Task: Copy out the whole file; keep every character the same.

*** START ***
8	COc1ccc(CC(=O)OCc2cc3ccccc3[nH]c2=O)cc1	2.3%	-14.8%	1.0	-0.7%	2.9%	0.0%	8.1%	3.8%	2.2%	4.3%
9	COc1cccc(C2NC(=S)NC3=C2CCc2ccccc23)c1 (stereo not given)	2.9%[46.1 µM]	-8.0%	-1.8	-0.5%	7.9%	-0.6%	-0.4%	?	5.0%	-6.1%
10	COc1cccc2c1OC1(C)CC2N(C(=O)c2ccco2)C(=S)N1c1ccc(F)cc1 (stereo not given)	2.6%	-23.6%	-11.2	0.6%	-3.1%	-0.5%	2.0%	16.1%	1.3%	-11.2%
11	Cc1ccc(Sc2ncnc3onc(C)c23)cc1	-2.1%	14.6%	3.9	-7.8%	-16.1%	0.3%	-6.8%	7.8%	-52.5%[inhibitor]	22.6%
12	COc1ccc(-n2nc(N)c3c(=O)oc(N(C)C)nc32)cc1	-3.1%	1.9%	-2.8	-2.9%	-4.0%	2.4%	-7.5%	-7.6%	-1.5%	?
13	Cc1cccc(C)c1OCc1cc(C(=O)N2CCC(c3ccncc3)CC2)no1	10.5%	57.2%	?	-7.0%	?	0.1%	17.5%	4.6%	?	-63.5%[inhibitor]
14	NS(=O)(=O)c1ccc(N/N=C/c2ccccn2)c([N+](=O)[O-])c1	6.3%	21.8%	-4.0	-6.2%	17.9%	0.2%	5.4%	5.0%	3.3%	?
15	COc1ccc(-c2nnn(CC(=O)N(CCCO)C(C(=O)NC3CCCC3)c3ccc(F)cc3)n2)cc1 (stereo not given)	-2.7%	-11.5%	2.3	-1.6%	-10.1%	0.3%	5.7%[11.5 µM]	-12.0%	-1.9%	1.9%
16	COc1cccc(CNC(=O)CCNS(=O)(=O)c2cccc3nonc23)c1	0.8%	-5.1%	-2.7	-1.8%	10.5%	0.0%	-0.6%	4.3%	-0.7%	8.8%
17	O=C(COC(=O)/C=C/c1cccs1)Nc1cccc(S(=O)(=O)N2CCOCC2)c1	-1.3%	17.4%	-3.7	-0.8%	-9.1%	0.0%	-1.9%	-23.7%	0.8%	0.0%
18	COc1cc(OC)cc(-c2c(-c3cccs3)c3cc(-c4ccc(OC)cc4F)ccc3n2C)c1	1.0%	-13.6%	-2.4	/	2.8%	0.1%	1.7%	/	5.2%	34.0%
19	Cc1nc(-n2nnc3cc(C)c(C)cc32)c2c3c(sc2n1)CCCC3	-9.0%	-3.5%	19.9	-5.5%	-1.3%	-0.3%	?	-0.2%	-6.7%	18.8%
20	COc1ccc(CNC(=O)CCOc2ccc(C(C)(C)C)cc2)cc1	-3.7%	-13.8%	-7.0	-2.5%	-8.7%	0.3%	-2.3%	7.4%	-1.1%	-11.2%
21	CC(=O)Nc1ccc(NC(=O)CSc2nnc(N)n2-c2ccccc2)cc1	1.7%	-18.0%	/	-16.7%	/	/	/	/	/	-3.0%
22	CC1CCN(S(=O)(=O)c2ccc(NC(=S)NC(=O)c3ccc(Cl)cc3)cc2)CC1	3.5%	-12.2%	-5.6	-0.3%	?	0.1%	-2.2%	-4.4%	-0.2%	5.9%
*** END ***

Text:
8	COc1ccc(CC(=O)OCc2cc3ccccc3[nH]c2=O)cc1	2.3%	-14.8%	1.0	-0.7%	2.9%	0.0%	8.1%	3.8%	2.2%	4.3%
9	COc1cccc(C2NC(=S)NC3=C2CCc2ccccc23)c1 (stereo not given)	2.9%[46.1 µM]	-8.0%	-1.8	-0.5%	7.9%	-0.6%	-0.4%	?	5.0%	-6.1%
10	COc1cccc2c1OC1(C)CC2N(C(=O)c2ccco2)C(=S)N1c1ccc(F)cc1 (stereo not given)	2.6%	-23.6%	-11.2	0.6%	-3.1%	-0.5%	2.0%	16.1%	1.3%	-11.2%
11	Cc1ccc(Sc2ncnc3onc(C)c23)cc1	-2.1%	14.6%	3.9	-7.8%	-16.1%	0.3%	-6.8%	7.8%	-52.5%[inhibitor]	22.6%
12	COc1ccc(-n2nc(N)c3c(=O)oc(N(C)C)nc32)cc1	-3.1%	1.9%	-2.8	-2.9%	-4.0%	2.4%	-7.5%	-7.6%	-1.5%	?
13	Cc1cccc(C)c1OCc1cc(C(=O)N2CCC(c3ccncc3)CC2)no1	10.5%	57.2%	?	-7.0%	?	0.1%	17.5%	4.6%	?	-63.5%[inhibitor]
14	NS(=O)(=O)c1ccc(N/N=C/c2ccccn2)c([N+](=O)[O-])c1	6.3%	21.8%	-4.0	-6.2%	17.9%	0.2%	5.4%	5.0%	3.3%	?
15	COc1ccc(-c2nnn(CC(=O)N(CCCO)C(C(=O)NC3CCCC3)c3ccc(F)cc3)n2)cc1 (stereo not given)	-2.7%	-11.5%	2.3	-1.6%	-10.1%	0.3%	5.7%[11.5 µM]	-12.0%	-1.9%	1.9%
16	COc1cccc(CNC(=O)CCNS(=O)(=O)c2cccc3nonc23)c1	0.8%	-5.1%	-2.7	-1.8%	10.5%	0.0%	-0.6%	4.3%	-0.7%	8.8%
17	O=C(COC(=O)/C=C/c1cccs1)Nc1cccc(S(=O)(=O)N2CCOCC2)c1	-1.3%	17.4%	-3.7	-0.8%	-9.1%	0.0%	-1.9%	-23.7%	0.8%	0.0%
18	COc1cc(OC)cc(-c2c(-c3cccs3)c3cc(-c4ccc(OC)cc4F)ccc3n2C)c1	1.0%	-13.6%	-2.4	/	2.8%	0.1%	1.7%	/	5.2%	34.0%
19	Cc1nc(-n2nnc3cc(C)c(C)cc32)c2c3c(sc2n1)CCCC3	-9.0%	-3.5%	19.9	-5.5%	-1.3%	-0.3%	?	-0.2%	-6.7%	18.8%
20	COc1ccc(CNC(=O)CCOc2ccc(C(C)(C)C)cc2)cc1	-3.7%	-13.8%	-7.0	-2.5%	-8.7%	0.3%	-2.3%	7.4%	-1.1%	-11.2%
21	CC(=O)Nc1ccc(NC(=O)CSc2nnc(N)n2-c2ccccc2)cc1	1.7%	-18.0%	/	-16.7%	/	/	/	/	/	-3.0%
22	CC1CCN(S(=O)(=O)c2ccc(NC(=S)NC(=O)c3ccc(Cl)cc3)cc2)CC1	3.5%	-12.2%	-5.6	-0.3%	?	0.1%	-2.2%	-4.4%	-0.2%	5.9%